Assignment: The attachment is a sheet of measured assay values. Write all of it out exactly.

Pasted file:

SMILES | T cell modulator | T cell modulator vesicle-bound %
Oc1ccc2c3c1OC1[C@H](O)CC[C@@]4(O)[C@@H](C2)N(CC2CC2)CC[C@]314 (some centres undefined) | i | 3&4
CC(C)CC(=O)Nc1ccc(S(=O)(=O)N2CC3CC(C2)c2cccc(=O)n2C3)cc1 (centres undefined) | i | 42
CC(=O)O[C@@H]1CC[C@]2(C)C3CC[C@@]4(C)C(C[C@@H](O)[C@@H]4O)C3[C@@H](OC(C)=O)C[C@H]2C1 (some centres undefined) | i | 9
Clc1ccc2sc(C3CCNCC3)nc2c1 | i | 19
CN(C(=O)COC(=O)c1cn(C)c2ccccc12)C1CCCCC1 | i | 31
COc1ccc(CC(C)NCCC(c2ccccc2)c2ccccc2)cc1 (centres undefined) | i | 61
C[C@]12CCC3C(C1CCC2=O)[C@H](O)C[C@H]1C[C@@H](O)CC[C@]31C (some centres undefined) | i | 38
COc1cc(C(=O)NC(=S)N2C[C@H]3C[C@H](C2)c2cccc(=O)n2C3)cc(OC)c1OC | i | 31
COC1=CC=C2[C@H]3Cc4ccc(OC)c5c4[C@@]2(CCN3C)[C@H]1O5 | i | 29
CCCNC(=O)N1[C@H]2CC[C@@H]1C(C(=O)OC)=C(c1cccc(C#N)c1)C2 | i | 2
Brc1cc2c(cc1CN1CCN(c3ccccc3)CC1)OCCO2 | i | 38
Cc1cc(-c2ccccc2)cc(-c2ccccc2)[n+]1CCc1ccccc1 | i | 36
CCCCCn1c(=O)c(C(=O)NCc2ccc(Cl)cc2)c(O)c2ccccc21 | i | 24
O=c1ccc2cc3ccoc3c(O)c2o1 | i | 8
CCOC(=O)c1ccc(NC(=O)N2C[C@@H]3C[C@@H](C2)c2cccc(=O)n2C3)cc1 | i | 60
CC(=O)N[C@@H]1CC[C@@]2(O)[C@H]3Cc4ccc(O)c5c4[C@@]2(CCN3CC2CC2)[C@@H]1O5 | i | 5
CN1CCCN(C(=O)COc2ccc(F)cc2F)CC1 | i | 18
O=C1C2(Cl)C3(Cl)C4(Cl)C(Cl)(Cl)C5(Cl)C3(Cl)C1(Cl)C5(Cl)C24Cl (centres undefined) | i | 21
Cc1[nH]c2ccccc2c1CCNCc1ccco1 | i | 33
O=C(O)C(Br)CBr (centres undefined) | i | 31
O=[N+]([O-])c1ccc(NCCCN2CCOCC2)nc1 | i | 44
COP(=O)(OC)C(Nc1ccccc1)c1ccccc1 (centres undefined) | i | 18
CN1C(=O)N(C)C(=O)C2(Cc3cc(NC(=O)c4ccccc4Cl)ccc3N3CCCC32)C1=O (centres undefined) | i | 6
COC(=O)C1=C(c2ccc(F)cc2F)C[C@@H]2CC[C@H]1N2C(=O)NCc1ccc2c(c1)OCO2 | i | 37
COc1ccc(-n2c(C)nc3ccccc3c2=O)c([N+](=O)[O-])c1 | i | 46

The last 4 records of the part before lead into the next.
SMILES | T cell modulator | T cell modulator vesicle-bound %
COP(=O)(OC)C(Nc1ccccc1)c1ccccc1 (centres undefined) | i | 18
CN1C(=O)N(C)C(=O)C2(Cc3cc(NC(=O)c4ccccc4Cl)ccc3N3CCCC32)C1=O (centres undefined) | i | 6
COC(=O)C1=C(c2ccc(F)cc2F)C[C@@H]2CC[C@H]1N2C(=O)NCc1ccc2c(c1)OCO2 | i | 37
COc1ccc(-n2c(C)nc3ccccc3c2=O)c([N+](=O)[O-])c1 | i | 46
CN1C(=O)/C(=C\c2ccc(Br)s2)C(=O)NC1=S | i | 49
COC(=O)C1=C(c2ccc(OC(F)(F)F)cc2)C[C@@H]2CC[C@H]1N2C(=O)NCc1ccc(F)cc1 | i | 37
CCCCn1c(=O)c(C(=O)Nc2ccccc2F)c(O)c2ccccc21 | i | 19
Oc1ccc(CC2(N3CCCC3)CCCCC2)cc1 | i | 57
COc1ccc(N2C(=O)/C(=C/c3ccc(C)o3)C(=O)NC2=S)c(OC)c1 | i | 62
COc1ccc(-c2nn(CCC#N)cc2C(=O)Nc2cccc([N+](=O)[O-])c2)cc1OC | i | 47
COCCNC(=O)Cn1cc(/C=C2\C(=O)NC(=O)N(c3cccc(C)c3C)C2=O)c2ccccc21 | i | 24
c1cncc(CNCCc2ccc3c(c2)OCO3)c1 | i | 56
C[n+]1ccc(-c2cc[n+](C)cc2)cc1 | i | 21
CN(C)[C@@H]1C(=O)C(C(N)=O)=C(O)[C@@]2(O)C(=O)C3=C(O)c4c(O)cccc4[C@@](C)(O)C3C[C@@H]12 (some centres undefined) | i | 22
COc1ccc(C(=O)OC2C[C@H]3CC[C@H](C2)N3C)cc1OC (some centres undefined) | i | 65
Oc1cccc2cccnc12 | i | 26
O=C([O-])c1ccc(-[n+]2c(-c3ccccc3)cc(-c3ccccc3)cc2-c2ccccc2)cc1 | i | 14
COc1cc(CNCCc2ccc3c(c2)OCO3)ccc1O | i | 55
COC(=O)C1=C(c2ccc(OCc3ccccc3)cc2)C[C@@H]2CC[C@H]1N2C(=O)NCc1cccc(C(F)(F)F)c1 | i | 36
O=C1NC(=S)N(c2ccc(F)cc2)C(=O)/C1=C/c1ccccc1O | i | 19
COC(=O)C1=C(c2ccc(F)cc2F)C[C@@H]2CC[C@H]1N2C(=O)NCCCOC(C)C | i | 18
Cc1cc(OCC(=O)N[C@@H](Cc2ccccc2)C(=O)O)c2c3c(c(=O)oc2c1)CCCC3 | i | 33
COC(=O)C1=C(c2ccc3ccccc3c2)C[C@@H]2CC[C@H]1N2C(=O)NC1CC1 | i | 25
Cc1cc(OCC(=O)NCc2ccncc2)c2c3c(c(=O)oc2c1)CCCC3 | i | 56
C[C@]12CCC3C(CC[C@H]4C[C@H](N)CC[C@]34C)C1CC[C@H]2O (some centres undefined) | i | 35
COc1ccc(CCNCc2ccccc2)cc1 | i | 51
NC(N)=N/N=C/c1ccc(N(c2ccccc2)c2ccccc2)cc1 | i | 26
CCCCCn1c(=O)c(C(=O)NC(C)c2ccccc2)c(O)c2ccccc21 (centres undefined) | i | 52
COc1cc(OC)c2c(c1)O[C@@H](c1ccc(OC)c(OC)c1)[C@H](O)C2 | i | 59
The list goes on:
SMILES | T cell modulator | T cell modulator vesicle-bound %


SMILES | T cell modulator | T cell modulator vesicle-bound %
Oc1ccc2c3c1OC1[C@H](O)CC[C@@]4(O)[C@@H](C2)N(CC2CC2)CC[C@]314 (some centres undefined) | i | 3&4
CC(C)CC(=O)Nc1ccc(S(=O)(=O)N2CC3CC(C2)c2cccc(=O)n2C3)cc1 (centres undefined) | i | 42
CC(=O)O[C@@H]1CC[C@]2(C)C3CC[C@@]4(C)C(C[C@@H](O)[C@@H]4O)C3[C@@H](OC(C)=O)C[C@H]2C1 (some centres undefined) | i | 9
Clc1ccc2sc(C3CCNCC3)nc2c1 | i | 19
CN(C(=O)COC(=O)c1cn(C)c2ccccc12)C1CCCCC1 | i | 31
COc1ccc(CC(C)NCCC(c2ccccc2)c2ccccc2)cc1 (centres undefined) | i | 61
C[C@]12CCC3C(C1CCC2=O)[C@H](O)C[C@H]1C[C@@H](O)CC[C@]31C (some centres undefined) | i | 38
COc1cc(C(=O)NC(=S)N2C[C@H]3C[C@H](C2)c2cccc(=O)n2C3)cc(OC)c1OC | i | 31
COC1=CC=C2[C@H]3Cc4ccc(OC)c5c4[C@@]2(CCN3C)[C@H]1O5 | i | 29
CCCNC(=O)N1[C@H]2CC[C@@H]1C(C(=O)OC)=C(c1cccc(C#N)c1)C2 | i | 2
Brc1cc2c(cc1CN1CCN(c3ccccc3)CC1)OCCO2 | i | 38
Cc1cc(-c2ccccc2)cc(-c2ccccc2)[n+]1CCc1ccccc1 | i | 36
CCCCCn1c(=O)c(C(=O)NCc2ccc(Cl)cc2)c(O)c2ccccc21 | i | 24
O=c1ccc2cc3ccoc3c(O)c2o1 | i | 8
CCOC(=O)c1ccc(NC(=O)N2C[C@@H]3C[C@@H](C2)c2cccc(=O)n2C3)cc1 | i | 60
CC(=O)N[C@@H]1CC[C@@]2(O)[C@H]3Cc4ccc(O)c5c4[C@@]2(CCN3CC2CC2)[C@@H]1O5 | i | 5
CN1CCCN(C(=O)COc2ccc(F)cc2F)CC1 | i | 18
O=C1C2(Cl)C3(Cl)C4(Cl)C(Cl)(Cl)C5(Cl)C3(Cl)C1(Cl)C5(Cl)C24Cl (centres undefined) | i | 21
Cc1[nH]c2ccccc2c1CCNCc1ccco1 | i | 33
O=C(O)C(Br)CBr (centres undefined) | i | 31
O=[N+]([O-])c1ccc(NCCCN2CCOCC2)nc1 | i | 44
COP(=O)(OC)C(Nc1ccccc1)c1ccccc1 (centres undefined) | i | 18
CN1C(=O)N(C)C(=O)C2(Cc3cc(NC(=O)c4ccccc4Cl)ccc3N3CCCC32)C1=O (centres undefined) | i | 6
COC(=O)C1=C(c2ccc(F)cc2F)C[C@@H]2CC[C@H]1N2C(=O)NCc1ccc2c(c1)OCO2 | i | 37
COc1ccc(-n2c(C)nc3ccccc3c2=O)c([N+](=O)[O-])c1 | i | 46

The last 4 records of the part before lead into the next.
SMILES | T cell modulator | T cell modulator vesicle-bound %
COP(=O)(OC)C(Nc1ccccc1)c1ccccc1 (centres undefined) | i | 18
CN1C(=O)N(C)C(=O)C2(Cc3cc(NC(=O)c4ccccc4Cl)ccc3N3CCCC32)C1=O (centres undefined) | i | 6
COC(=O)C1=C(c2ccc(F)cc2F)C[C@@H]2CC[C@H]1N2C(=O)NCc1ccc2c(c1)OCO2 | i | 37
COc1ccc(-n2c(C)nc3ccccc3c2=O)c([N+](=O)[O-])c1 | i | 46
CN1C(=O)/C(=C\c2ccc(Br)s2)C(=O)NC1=S | i | 49
COC(=O)C1=C(c2ccc(OC(F)(F)F)cc2)C[C@@H]2CC[C@H]1N2C(=O)NCc1ccc(F)cc1 | i | 37
CCCCn1c(=O)c(C(=O)Nc2ccccc2F)c(O)c2ccccc21 | i | 19
Oc1ccc(CC2(N3CCCC3)CCCCC2)cc1 | i | 57
COc1ccc(N2C(=O)/C(=C/c3ccc(C)o3)C(=O)NC2=S)c(OC)c1 | i | 62
COc1ccc(-c2nn(CCC#N)cc2C(=O)Nc2cccc([N+](=O)[O-])c2)cc1OC | i | 47
COCCNC(=O)Cn1cc(/C=C2\C(=O)NC(=O)N(c3cccc(C)c3C)C2=O)c2ccccc21 | i | 24
c1cncc(CNCCc2ccc3c(c2)OCO3)c1 | i | 56
C[n+]1ccc(-c2cc[n+](C)cc2)cc1 | i | 21
CN(C)[C@@H]1C(=O)C(C(N)=O)=C(O)[C@@]2(O)C(=O)C3=C(O)c4c(O)cccc4[C@@](C)(O)C3C[C@@H]12 (some centres undefined) | i | 22
COc1ccc(C(=O)OC2C[C@H]3CC[C@H](C2)N3C)cc1OC (some centres undefined) | i | 65
Oc1cccc2cccnc12 | i | 26
O=C([O-])c1ccc(-[n+]2c(-c3ccccc3)cc(-c3ccccc3)cc2-c2ccccc2)cc1 | i | 14
COc1cc(CNCCc2ccc3c(c2)OCO3)ccc1O | i | 55
COC(=O)C1=C(c2ccc(OCc3ccccc3)cc2)C[C@@H]2CC[C@H]1N2C(=O)NCc1cccc(C(F)(F)F)c1 | i | 36
O=C1NC(=S)N(c2ccc(F)cc2)C(=O)/C1=C/c1ccccc1O | i | 19
COC(=O)C1=C(c2ccc(F)cc2F)C[C@@H]2CC[C@H]1N2C(=O)NCCCOC(C)C | i | 18
Cc1cc(OCC(=O)N[C@@H](Cc2ccccc2)C(=O)O)c2c3c(c(=O)oc2c1)CCCC3 | i | 33
COC(=O)C1=C(c2ccc3ccccc3c2)C[C@@H]2CC[C@H]1N2C(=O)NC1CC1 | i | 25
Cc1cc(OCC(=O)NCc2ccncc2)c2c3c(c(=O)oc2c1)CCCC3 | i | 56
C[C@]12CCC3C(CC[C@H]4C[C@H](N)CC[C@]34C)C1CC[C@H]2O (some centres undefined) | i | 35
COc1ccc(CCNCc2ccccc2)cc1 | i | 51
NC(N)=N/N=C/c1ccc(N(c2ccccc2)c2ccccc2)cc1 | i | 26
CCCCCn1c(=O)c(C(=O)NC(C)c2ccccc2)c(O)c2ccccc21 (centres undefined) | i | 52
COc1cc(OC)c2c(c1)O[C@@H](c1ccc(OC)c(OC)c1)[C@H](O)C2 | i | 59
The list goes on:
SMILES | T cell modulator | T cell modulator vesicle-bound %